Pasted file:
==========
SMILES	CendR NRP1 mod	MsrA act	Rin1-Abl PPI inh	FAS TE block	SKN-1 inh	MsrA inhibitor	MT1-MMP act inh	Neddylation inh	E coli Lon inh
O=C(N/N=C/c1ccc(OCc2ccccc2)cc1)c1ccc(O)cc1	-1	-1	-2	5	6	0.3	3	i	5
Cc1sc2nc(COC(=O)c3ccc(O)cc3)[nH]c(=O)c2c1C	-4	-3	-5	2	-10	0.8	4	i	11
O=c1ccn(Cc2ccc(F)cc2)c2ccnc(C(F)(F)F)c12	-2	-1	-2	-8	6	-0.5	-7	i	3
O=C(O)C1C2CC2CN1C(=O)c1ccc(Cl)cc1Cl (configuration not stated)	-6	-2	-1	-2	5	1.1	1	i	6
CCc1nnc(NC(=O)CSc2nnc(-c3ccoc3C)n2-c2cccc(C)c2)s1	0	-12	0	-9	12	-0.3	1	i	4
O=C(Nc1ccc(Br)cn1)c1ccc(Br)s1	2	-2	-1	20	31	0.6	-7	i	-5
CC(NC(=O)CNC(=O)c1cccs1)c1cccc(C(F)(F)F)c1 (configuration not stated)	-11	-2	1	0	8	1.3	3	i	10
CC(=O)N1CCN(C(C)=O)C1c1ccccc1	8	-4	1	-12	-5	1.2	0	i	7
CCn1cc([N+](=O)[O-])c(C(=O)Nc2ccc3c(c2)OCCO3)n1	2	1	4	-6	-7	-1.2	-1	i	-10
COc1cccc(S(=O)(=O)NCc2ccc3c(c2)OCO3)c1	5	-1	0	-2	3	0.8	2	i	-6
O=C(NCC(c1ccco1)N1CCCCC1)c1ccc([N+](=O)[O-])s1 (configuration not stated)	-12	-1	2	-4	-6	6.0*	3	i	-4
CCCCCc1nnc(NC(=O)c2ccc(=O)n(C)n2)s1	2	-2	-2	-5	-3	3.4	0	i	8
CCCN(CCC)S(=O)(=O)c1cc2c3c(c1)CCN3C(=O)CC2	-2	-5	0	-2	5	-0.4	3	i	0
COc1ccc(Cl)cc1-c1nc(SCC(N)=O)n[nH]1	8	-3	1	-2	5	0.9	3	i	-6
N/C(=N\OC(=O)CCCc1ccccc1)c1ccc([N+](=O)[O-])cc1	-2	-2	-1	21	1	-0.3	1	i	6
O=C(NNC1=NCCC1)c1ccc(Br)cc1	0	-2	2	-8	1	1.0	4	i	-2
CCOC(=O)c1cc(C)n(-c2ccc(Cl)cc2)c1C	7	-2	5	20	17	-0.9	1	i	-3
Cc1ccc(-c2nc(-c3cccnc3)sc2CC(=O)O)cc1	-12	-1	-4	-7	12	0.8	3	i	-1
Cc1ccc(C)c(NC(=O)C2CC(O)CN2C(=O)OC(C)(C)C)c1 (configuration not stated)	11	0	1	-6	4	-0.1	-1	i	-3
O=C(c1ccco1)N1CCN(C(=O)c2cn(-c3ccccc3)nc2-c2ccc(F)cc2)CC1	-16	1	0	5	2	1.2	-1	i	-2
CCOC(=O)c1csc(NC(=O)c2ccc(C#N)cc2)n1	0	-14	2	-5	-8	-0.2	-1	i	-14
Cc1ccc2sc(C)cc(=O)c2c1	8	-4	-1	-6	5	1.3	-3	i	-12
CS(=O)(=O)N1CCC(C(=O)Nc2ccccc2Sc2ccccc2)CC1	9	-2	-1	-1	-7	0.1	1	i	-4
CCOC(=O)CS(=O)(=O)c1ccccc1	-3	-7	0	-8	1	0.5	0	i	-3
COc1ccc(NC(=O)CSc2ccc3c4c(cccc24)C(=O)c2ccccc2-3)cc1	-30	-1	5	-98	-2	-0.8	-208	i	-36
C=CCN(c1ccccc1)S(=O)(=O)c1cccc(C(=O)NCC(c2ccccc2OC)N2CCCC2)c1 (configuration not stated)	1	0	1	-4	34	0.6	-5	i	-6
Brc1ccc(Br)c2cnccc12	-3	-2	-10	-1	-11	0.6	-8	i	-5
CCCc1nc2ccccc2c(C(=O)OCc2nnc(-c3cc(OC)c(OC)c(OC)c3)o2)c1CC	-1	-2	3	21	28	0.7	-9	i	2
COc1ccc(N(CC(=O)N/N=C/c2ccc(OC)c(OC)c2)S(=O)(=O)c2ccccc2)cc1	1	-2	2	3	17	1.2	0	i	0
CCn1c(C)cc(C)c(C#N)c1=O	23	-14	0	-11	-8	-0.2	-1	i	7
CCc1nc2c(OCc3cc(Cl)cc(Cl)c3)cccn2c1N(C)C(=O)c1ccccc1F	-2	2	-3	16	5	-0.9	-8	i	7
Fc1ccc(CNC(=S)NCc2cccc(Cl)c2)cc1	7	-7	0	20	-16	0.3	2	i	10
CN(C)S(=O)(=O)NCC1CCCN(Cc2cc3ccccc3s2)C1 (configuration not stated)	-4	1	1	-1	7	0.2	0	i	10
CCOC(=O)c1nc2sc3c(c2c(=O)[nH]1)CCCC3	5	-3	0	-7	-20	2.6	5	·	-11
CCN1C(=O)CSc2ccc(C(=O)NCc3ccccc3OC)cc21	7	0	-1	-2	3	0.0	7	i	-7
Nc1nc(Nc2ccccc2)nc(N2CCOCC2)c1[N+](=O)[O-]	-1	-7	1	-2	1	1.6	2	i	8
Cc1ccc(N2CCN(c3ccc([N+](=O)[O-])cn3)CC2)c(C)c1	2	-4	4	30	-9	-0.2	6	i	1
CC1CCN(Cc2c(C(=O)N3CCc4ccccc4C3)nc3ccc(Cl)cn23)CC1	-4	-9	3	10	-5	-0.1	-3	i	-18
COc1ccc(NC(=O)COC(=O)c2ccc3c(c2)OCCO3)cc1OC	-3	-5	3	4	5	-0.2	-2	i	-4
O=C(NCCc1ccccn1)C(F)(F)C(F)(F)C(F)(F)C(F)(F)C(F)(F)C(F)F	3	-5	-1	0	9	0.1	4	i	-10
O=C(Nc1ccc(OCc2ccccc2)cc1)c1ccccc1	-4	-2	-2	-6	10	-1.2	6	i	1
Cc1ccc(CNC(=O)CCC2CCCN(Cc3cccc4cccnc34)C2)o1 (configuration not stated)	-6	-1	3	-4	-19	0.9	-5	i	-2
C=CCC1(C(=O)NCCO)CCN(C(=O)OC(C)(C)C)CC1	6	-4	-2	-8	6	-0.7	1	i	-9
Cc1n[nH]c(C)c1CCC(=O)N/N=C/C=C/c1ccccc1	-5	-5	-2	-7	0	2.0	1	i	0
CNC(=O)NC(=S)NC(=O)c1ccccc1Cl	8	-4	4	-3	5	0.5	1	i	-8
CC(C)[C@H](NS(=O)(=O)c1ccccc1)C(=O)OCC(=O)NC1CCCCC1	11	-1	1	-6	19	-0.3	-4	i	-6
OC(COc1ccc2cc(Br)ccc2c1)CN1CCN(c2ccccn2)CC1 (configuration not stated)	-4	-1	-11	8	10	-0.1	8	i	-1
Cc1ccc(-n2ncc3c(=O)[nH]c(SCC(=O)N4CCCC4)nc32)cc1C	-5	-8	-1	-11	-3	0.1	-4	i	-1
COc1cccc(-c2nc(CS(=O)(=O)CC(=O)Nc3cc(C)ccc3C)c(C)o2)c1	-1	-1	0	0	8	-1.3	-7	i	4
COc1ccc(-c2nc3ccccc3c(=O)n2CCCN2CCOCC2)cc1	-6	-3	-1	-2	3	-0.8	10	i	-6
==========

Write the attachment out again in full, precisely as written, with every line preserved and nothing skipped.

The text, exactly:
SMILES	CendR NRP1 mod	MsrA act	Rin1-Abl PPI inh	FAS TE block	SKN-1 inh	MsrA inhibitor	MT1-MMP act inh	Neddylation inh	E coli Lon inh
O=C(N/N=C/c1ccc(OCc2ccccc2)cc1)c1ccc(O)cc1	-1	-1	-2	5	6	0.3	3	i	5
Cc1sc2nc(COC(=O)c3ccc(O)cc3)[nH]c(=O)c2c1C	-4	-3	-5	2	-10	0.8	4	i	11
O=c1ccn(Cc2ccc(F)cc2)c2ccnc(C(F)(F)F)c12	-2	-1	-2	-8	6	-0.5	-7	i	3
O=C(O)C1C2CC2CN1C(=O)c1ccc(Cl)cc1Cl (configuration not stated)	-6	-2	-1	-2	5	1.1	1	i	6
CCc1nnc(NC(=O)CSc2nnc(-c3ccoc3C)n2-c2cccc(C)c2)s1	0	-12	0	-9	12	-0.3	1	i	4
O=C(Nc1ccc(Br)cn1)c1ccc(Br)s1	2	-2	-1	20	31	0.6	-7	i	-5
CC(NC(=O)CNC(=O)c1cccs1)c1cccc(C(F)(F)F)c1 (configuration not stated)	-11	-2	1	0	8	1.3	3	i	10
CC(=O)N1CCN(C(C)=O)C1c1ccccc1	8	-4	1	-12	-5	1.2	0	i	7
CCn1cc([N+](=O)[O-])c(C(=O)Nc2ccc3c(c2)OCCO3)n1	2	1	4	-6	-7	-1.2	-1	i	-10
COc1cccc(S(=O)(=O)NCc2ccc3c(c2)OCO3)c1	5	-1	0	-2	3	0.8	2	i	-6
O=C(NCC(c1ccco1)N1CCCCC1)c1ccc([N+](=O)[O-])s1 (configuration not stated)	-12	-1	2	-4	-6	6.0*	3	i	-4
CCCCCc1nnc(NC(=O)c2ccc(=O)n(C)n2)s1	2	-2	-2	-5	-3	3.4	0	i	8
CCCN(CCC)S(=O)(=O)c1cc2c3c(c1)CCN3C(=O)CC2	-2	-5	0	-2	5	-0.4	3	i	0
COc1ccc(Cl)cc1-c1nc(SCC(N)=O)n[nH]1	8	-3	1	-2	5	0.9	3	i	-6
N/C(=N\OC(=O)CCCc1ccccc1)c1ccc([N+](=O)[O-])cc1	-2	-2	-1	21	1	-0.3	1	i	6
O=C(NNC1=NCCC1)c1ccc(Br)cc1	0	-2	2	-8	1	1.0	4	i	-2
CCOC(=O)c1cc(C)n(-c2ccc(Cl)cc2)c1C	7	-2	5	20	17	-0.9	1	i	-3
Cc1ccc(-c2nc(-c3cccnc3)sc2CC(=O)O)cc1	-12	-1	-4	-7	12	0.8	3	i	-1
Cc1ccc(C)c(NC(=O)C2CC(O)CN2C(=O)OC(C)(C)C)c1 (configuration not stated)	11	0	1	-6	4	-0.1	-1	i	-3
O=C(c1ccco1)N1CCN(C(=O)c2cn(-c3ccccc3)nc2-c2ccc(F)cc2)CC1	-16	1	0	5	2	1.2	-1	i	-2
CCOC(=O)c1csc(NC(=O)c2ccc(C#N)cc2)n1	0	-14	2	-5	-8	-0.2	-1	i	-14
Cc1ccc2sc(C)cc(=O)c2c1	8	-4	-1	-6	5	1.3	-3	i	-12
CS(=O)(=O)N1CCC(C(=O)Nc2ccccc2Sc2ccccc2)CC1	9	-2	-1	-1	-7	0.1	1	i	-4
CCOC(=O)CS(=O)(=O)c1ccccc1	-3	-7	0	-8	1	0.5	0	i	-3
COc1ccc(NC(=O)CSc2ccc3c4c(cccc24)C(=O)c2ccccc2-3)cc1	-30	-1	5	-98	-2	-0.8	-208	i	-36
C=CCN(c1ccccc1)S(=O)(=O)c1cccc(C(=O)NCC(c2ccccc2OC)N2CCCC2)c1 (configuration not stated)	1	0	1	-4	34	0.6	-5	i	-6
Brc1ccc(Br)c2cnccc12	-3	-2	-10	-1	-11	0.6	-8	i	-5
CCCc1nc2ccccc2c(C(=O)OCc2nnc(-c3cc(OC)c(OC)c(OC)c3)o2)c1CC	-1	-2	3	21	28	0.7	-9	i	2
COc1ccc(N(CC(=O)N/N=C/c2ccc(OC)c(OC)c2)S(=O)(=O)c2ccccc2)cc1	1	-2	2	3	17	1.2	0	i	0
CCn1c(C)cc(C)c(C#N)c1=O	23	-14	0	-11	-8	-0.2	-1	i	7
CCc1nc2c(OCc3cc(Cl)cc(Cl)c3)cccn2c1N(C)C(=O)c1ccccc1F	-2	2	-3	16	5	-0.9	-8	i	7
Fc1ccc(CNC(=S)NCc2cccc(Cl)c2)cc1	7	-7	0	20	-16	0.3	2	i	10
CN(C)S(=O)(=O)NCC1CCCN(Cc2cc3ccccc3s2)C1 (configuration not stated)	-4	1	1	-1	7	0.2	0	i	10
CCOC(=O)c1nc2sc3c(c2c(=O)[nH]1)CCCC3	5	-3	0	-7	-20	2.6	5	·	-11
CCN1C(=O)CSc2ccc(C(=O)NCc3ccccc3OC)cc21	7	0	-1	-2	3	0.0	7	i	-7
Nc1nc(Nc2ccccc2)nc(N2CCOCC2)c1[N+](=O)[O-]	-1	-7	1	-2	1	1.6	2	i	8
Cc1ccc(N2CCN(c3ccc([N+](=O)[O-])cn3)CC2)c(C)c1	2	-4	4	30	-9	-0.2	6	i	1
CC1CCN(Cc2c(C(=O)N3CCc4ccccc4C3)nc3ccc(Cl)cn23)CC1	-4	-9	3	10	-5	-0.1	-3	i	-18
COc1ccc(NC(=O)COC(=O)c2ccc3c(c2)OCCO3)cc1OC	-3	-5	3	4	5	-0.2	-2	i	-4
O=C(NCCc1ccccn1)C(F)(F)C(F)(F)C(F)(F)C(F)(F)C(F)(F)C(F)F	3	-5	-1	0	9	0.1	4	i	-10
O=C(Nc1ccc(OCc2ccccc2)cc1)c1ccccc1	-4	-2	-2	-6	10	-1.2	6	i	1
Cc1ccc(CNC(=O)CCC2CCCN(Cc3cccc4cccnc34)C2)o1 (configuration not stated)	-6	-1	3	-4	-19	0.9	-5	i	-2
C=CCC1(C(=O)NCCO)CCN(C(=O)OC(C)(C)C)CC1	6	-4	-2	-8	6	-0.7	1	i	-9
Cc1n[nH]c(C)c1CCC(=O)N/N=C/C=C/c1ccccc1	-5	-5	-2	-7	0	2.0	1	i	0
CNC(=O)NC(=S)NC(=O)c1ccccc1Cl	8	-4	4	-3	5	0.5	1	i	-8
CC(C)[C@H](NS(=O)(=O)c1ccccc1)C(=O)OCC(=O)NC1CCCCC1	11	-1	1	-6	19	-0.3	-4	i	-6
OC(COc1ccc2cc(Br)ccc2c1)CN1CCN(c2ccccn2)CC1 (configuration not stated)	-4	-1	-11	8	10	-0.1	8	i	-1
Cc1ccc(-n2ncc3c(=O)[nH]c(SCC(=O)N4CCCC4)nc32)cc1C	-5	-8	-1	-11	-3	0.1	-4	i	-1
COc1cccc(-c2nc(CS(=O)(=O)CC(=O)Nc3cc(C)ccc3C)c(C)o2)c1	-1	-1	0	0	8	-1.3	-7	i	4
COc1ccc(-c2nc3ccccc3c(=O)n2CCCN2CCOCC2)cc1	-6	-3	-1	-2	3	-0.8	10	i	-6